This seminar will address the constitution of a specific type of hero in the age of modernism. It will explore the genealogy of the modern notion of the hero -- going from Carlyle on "Hero-Worship" to conceptions of religion and nationalism relying on patterns of values tied to heroism. Moving from the issue of a Christian "imitation" of the hero to the creation of figures of anti-heroism, we will explore a few texts by Conrad, Joyce, H.D., Ayn Rand, Kazantzakis, Hermann Broch and a few others, plus a few theoretical texts by Freud and Rank dealing with the issue of "daydreams" and projections into fictional heroic figures. The psychoanalytic theme will be linked with the esthetic problematic of the sublime as developed by Kant, Lacan, Zizek and a few others.
1. Carlyle: On Hero Worship. See also Sartor Resartus -- the Romantic hero vs. the Victorian hero.
2. Jesus as a hero: Lives of Jesus by Renan and Strauss. The concept of the imitation of the hero.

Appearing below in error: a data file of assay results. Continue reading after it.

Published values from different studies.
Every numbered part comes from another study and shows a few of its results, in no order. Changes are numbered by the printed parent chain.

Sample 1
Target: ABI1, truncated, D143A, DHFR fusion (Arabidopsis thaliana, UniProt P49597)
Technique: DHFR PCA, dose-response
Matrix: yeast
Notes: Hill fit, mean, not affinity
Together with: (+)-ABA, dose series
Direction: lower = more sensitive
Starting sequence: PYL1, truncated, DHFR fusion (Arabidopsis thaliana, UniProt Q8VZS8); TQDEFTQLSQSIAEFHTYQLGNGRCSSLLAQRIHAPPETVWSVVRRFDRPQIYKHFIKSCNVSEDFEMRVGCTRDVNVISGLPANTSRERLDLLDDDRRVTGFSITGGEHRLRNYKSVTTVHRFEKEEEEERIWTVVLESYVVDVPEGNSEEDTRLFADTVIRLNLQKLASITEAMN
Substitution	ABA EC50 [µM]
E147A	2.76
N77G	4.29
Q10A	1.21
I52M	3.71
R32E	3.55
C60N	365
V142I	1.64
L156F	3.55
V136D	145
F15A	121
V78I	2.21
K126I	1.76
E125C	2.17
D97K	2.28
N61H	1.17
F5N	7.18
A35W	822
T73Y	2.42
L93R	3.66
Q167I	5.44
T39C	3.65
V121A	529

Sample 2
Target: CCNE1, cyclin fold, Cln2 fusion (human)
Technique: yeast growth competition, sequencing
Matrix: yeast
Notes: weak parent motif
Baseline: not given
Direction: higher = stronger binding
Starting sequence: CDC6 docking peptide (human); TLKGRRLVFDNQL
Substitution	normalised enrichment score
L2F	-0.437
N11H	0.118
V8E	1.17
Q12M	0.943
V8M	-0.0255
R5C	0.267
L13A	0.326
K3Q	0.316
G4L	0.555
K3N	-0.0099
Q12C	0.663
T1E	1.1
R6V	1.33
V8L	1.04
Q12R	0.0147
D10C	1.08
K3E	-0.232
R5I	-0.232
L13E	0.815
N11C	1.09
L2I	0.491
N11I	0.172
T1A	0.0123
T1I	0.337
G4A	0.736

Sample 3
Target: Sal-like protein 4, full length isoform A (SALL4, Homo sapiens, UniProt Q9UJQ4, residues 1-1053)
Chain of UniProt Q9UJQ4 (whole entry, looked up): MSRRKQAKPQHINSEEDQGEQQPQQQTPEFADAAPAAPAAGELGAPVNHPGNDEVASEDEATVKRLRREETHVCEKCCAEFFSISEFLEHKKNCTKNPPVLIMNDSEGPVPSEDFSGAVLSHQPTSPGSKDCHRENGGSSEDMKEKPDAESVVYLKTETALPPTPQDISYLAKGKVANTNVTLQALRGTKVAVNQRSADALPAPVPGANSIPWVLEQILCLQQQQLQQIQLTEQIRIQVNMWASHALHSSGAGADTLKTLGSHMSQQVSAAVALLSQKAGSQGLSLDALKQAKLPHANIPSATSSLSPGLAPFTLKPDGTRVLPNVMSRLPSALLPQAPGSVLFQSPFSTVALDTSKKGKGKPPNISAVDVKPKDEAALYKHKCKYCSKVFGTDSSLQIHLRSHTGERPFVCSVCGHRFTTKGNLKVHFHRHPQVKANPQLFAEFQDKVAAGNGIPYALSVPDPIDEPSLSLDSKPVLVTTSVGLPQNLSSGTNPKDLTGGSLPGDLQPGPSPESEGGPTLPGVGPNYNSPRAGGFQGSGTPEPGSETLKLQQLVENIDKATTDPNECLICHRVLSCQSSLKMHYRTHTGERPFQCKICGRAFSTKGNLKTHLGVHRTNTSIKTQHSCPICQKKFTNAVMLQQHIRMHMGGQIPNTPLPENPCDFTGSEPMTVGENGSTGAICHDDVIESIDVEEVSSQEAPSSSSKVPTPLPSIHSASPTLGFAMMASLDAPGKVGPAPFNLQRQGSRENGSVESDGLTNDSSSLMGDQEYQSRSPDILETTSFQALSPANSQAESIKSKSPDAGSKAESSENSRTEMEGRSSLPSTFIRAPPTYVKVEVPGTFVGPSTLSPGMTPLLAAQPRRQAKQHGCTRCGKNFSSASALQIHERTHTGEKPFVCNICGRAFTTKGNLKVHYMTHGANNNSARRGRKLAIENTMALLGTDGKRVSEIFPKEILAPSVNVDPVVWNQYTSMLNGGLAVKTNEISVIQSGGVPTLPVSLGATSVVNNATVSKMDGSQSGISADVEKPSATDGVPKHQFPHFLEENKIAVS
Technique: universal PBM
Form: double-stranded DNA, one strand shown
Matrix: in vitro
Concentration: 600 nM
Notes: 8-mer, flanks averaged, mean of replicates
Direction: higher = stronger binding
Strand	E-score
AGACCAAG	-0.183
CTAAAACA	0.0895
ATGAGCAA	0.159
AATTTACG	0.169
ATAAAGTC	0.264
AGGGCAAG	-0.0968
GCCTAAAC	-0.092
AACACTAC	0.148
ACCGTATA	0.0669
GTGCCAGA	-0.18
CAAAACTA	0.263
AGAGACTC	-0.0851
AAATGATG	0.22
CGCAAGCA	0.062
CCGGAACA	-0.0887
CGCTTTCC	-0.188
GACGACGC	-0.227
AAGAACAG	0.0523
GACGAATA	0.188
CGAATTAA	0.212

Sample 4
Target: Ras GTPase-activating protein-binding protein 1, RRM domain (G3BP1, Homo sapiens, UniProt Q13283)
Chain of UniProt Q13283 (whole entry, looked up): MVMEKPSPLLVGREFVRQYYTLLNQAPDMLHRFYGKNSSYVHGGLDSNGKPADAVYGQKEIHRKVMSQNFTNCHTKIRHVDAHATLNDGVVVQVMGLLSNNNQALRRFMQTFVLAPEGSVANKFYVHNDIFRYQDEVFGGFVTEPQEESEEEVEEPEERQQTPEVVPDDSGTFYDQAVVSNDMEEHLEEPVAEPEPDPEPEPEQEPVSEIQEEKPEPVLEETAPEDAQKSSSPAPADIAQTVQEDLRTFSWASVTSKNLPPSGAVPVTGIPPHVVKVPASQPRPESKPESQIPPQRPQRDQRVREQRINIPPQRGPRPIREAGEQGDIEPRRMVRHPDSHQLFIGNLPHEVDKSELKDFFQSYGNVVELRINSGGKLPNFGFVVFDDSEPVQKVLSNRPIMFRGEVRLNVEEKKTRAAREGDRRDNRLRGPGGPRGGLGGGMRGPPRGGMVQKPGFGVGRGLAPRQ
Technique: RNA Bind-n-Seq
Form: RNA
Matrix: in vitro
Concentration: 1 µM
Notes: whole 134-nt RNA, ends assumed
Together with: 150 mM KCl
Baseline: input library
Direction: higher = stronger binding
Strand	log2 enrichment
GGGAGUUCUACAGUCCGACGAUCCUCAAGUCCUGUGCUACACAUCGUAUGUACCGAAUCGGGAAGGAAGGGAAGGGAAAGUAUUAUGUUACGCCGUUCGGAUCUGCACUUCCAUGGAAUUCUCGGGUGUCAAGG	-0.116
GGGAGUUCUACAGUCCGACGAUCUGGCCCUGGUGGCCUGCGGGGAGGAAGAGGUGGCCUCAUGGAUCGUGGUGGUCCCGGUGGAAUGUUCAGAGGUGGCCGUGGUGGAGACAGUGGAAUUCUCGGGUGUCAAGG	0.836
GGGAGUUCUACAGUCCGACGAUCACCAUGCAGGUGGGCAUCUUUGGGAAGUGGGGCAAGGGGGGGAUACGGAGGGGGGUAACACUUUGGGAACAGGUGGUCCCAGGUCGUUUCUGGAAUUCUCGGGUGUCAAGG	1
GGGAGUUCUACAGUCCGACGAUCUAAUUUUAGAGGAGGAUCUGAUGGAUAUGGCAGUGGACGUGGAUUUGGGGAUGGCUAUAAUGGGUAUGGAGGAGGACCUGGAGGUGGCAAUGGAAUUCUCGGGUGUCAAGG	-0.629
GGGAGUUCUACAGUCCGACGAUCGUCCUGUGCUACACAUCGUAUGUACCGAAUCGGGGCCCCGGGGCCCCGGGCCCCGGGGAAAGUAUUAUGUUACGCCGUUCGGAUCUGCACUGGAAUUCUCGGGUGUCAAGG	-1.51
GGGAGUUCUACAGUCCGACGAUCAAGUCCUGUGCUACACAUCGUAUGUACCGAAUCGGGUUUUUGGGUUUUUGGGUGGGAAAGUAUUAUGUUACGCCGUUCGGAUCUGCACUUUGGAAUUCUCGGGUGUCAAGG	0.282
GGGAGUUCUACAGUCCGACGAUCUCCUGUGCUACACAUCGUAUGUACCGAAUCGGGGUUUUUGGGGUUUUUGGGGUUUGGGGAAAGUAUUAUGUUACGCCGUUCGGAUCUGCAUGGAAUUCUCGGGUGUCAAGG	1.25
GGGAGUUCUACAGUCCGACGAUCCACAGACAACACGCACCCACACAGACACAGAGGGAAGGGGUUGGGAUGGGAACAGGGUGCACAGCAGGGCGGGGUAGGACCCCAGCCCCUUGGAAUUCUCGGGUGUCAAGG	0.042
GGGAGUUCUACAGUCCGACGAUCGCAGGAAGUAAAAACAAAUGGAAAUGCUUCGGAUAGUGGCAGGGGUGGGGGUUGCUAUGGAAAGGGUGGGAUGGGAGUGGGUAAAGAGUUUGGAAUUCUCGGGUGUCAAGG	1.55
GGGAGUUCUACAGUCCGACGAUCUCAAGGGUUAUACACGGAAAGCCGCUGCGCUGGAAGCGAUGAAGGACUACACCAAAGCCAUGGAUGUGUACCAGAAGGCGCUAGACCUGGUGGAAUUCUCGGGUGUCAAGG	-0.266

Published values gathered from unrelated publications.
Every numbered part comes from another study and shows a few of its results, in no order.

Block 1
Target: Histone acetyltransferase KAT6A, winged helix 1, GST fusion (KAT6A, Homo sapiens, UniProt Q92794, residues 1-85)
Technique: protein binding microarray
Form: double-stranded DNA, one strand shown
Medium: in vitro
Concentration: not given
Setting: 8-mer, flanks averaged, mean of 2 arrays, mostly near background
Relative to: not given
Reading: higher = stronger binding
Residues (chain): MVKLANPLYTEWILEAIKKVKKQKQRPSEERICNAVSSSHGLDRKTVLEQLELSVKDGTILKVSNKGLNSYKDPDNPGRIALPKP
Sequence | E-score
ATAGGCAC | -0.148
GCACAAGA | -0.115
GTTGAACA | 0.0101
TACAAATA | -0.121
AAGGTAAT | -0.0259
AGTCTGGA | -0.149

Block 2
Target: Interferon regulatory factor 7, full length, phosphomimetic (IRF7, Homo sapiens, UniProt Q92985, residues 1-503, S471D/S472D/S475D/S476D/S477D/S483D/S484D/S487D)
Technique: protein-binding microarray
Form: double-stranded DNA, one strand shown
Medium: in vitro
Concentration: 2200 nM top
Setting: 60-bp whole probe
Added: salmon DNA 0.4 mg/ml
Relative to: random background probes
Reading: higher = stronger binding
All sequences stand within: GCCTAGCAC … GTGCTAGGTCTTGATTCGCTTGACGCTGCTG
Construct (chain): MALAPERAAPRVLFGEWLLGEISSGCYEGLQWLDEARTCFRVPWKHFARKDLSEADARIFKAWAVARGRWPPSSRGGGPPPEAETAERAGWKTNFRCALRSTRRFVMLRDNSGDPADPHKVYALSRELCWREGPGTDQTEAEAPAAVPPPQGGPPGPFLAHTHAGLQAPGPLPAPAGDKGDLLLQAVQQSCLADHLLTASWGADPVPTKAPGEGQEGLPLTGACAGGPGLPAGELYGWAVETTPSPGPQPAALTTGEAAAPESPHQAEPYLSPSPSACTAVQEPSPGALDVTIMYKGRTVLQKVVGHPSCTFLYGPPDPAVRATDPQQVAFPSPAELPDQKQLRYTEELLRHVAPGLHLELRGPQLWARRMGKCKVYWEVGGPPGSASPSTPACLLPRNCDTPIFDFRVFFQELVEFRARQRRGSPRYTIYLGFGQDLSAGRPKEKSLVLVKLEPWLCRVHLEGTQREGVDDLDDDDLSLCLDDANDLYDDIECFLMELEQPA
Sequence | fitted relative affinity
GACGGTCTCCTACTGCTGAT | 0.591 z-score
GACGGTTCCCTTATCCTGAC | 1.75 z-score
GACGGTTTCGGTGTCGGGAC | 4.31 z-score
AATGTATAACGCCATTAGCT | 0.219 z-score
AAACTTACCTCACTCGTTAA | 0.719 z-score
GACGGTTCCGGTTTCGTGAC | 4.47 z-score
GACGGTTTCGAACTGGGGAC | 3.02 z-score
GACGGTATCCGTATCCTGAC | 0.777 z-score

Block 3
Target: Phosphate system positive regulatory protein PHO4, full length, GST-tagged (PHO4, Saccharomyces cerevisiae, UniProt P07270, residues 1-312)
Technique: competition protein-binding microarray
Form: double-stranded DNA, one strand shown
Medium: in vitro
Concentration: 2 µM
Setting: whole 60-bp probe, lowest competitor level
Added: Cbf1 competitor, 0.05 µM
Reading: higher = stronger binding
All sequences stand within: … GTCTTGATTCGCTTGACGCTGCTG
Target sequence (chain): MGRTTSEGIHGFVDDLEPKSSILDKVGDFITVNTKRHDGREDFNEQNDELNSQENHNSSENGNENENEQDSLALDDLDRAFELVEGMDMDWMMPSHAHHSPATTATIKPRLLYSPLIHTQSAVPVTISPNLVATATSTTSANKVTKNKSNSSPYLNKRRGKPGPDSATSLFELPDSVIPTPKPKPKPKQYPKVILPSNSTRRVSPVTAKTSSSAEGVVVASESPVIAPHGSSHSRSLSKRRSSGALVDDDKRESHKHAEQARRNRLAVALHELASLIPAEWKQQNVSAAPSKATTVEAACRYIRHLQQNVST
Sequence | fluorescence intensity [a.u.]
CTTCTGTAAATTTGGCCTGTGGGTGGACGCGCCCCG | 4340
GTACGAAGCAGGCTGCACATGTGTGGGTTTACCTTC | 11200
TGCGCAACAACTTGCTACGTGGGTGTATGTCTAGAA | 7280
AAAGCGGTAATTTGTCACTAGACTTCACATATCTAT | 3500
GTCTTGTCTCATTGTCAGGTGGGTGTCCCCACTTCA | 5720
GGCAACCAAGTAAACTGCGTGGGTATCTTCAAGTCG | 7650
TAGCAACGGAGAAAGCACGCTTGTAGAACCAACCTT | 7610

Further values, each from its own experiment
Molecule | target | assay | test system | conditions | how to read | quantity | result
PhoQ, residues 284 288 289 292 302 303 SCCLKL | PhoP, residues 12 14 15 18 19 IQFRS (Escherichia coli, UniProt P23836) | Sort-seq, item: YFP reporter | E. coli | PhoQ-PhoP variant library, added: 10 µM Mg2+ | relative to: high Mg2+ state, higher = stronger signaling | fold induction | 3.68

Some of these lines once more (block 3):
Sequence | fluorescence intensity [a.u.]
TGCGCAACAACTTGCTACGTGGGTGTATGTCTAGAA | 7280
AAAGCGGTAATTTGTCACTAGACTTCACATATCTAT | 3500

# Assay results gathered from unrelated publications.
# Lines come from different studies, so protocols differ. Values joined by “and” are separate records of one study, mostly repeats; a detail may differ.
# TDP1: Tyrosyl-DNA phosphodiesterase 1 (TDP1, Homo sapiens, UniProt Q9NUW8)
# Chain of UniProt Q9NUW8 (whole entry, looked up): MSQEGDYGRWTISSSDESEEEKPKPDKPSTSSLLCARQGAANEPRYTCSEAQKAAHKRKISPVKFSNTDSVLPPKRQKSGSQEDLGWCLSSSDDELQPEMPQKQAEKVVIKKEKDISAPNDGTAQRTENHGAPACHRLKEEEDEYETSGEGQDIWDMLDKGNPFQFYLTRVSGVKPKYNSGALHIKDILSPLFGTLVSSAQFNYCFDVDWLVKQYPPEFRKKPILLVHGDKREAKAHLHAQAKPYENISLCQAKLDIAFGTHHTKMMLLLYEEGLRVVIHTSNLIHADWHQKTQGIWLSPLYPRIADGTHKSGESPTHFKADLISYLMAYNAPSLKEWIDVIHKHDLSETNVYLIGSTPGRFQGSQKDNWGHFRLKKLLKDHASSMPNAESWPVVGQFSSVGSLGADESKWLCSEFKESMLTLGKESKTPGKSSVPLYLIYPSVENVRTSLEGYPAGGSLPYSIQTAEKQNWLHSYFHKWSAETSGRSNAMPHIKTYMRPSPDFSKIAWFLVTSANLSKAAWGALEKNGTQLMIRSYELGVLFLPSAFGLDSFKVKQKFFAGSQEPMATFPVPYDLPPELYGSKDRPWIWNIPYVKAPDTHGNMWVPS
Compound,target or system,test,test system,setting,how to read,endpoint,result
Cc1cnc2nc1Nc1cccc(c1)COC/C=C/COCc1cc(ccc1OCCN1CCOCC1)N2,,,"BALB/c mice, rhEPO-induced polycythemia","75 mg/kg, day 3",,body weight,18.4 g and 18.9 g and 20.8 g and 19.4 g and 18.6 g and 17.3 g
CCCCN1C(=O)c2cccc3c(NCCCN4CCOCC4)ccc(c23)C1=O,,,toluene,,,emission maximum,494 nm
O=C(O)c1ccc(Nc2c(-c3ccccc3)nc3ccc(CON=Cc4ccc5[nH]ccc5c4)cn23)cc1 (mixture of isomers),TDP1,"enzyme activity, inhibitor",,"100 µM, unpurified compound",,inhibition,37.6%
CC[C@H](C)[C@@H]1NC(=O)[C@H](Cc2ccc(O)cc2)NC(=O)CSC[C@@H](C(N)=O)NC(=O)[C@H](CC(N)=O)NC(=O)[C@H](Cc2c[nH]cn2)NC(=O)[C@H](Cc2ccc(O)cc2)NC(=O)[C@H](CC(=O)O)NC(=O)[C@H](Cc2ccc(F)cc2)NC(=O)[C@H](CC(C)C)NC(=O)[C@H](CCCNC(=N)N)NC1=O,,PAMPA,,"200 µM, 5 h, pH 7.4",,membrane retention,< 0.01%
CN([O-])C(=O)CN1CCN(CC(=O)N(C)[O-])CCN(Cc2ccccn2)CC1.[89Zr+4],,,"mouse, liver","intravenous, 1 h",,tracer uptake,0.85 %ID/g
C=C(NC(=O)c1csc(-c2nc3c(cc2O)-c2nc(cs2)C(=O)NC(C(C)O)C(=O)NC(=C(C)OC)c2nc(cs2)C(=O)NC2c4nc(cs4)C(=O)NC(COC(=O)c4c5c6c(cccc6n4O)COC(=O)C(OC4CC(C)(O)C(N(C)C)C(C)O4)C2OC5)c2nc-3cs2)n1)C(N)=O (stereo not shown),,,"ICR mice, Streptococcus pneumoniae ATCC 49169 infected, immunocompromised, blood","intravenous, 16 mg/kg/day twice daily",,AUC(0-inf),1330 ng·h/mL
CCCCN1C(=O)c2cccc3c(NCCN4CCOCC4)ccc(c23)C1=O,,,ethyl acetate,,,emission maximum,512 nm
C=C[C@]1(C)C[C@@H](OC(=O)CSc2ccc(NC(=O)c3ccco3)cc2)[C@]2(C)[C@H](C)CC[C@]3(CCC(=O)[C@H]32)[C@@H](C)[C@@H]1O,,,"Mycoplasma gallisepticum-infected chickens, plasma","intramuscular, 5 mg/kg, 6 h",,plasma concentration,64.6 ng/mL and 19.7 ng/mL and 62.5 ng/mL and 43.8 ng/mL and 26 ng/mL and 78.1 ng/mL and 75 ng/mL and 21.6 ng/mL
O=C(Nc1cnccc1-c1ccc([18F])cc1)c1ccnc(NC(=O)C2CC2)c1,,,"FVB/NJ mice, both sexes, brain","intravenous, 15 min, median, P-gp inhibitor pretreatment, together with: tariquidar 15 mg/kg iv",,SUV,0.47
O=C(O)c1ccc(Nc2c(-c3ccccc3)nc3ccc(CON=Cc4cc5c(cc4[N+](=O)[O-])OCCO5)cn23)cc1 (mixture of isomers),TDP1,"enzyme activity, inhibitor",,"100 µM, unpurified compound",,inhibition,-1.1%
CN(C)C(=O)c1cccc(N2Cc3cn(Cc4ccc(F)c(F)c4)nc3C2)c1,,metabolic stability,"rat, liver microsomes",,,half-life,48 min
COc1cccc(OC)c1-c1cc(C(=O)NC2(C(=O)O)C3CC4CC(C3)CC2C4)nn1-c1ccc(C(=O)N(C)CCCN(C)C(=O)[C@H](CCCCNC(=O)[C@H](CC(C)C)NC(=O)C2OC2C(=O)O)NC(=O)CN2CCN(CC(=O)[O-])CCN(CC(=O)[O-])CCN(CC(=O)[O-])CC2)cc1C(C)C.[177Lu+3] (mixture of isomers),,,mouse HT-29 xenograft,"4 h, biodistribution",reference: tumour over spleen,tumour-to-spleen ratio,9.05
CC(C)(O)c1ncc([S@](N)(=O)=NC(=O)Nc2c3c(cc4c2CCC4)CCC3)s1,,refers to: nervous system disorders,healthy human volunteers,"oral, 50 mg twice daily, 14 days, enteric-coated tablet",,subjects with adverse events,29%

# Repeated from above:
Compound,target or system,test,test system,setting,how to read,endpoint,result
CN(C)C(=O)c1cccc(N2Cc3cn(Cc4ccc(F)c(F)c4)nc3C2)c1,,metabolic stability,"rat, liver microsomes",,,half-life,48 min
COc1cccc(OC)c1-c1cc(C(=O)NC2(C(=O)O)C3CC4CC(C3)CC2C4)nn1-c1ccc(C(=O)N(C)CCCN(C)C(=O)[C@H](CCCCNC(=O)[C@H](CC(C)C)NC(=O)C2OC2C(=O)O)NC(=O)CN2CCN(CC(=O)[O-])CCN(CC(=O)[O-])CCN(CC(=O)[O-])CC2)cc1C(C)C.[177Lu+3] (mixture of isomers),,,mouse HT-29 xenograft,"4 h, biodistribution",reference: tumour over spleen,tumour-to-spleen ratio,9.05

3. Rank on the Birth of the National Hero: heroism and nationalism. Yeats.
4. Conrad's invention of the anti-hero: Lord Jim.
5. Joyce: the Artist as hero, from Stephen Hero to A Portrait of the Artist as a Young Man� (see also Lermontov's A Hero of Our Time)
6. Who is the hero of Ulysses?
7. The non-hero of Joyce vs. Kanzatzakis's The Oyssey, A Modern Sequel.
8. Ayn Rand's The Fountainhead� I
9. Ayn Rand II
10. HD's fictions vs. Dorothy Richardson (Pilgrimage) are these "heroines"?
11.� Hermann Broch The Sleepwalkers
12. From Hermann Broch to Robert Musil (The Mann Without Qualities) and Thomas Bernhard (Correction).
13.� Beckett's "zeroes", from Watt, Molloy and The Unnamable.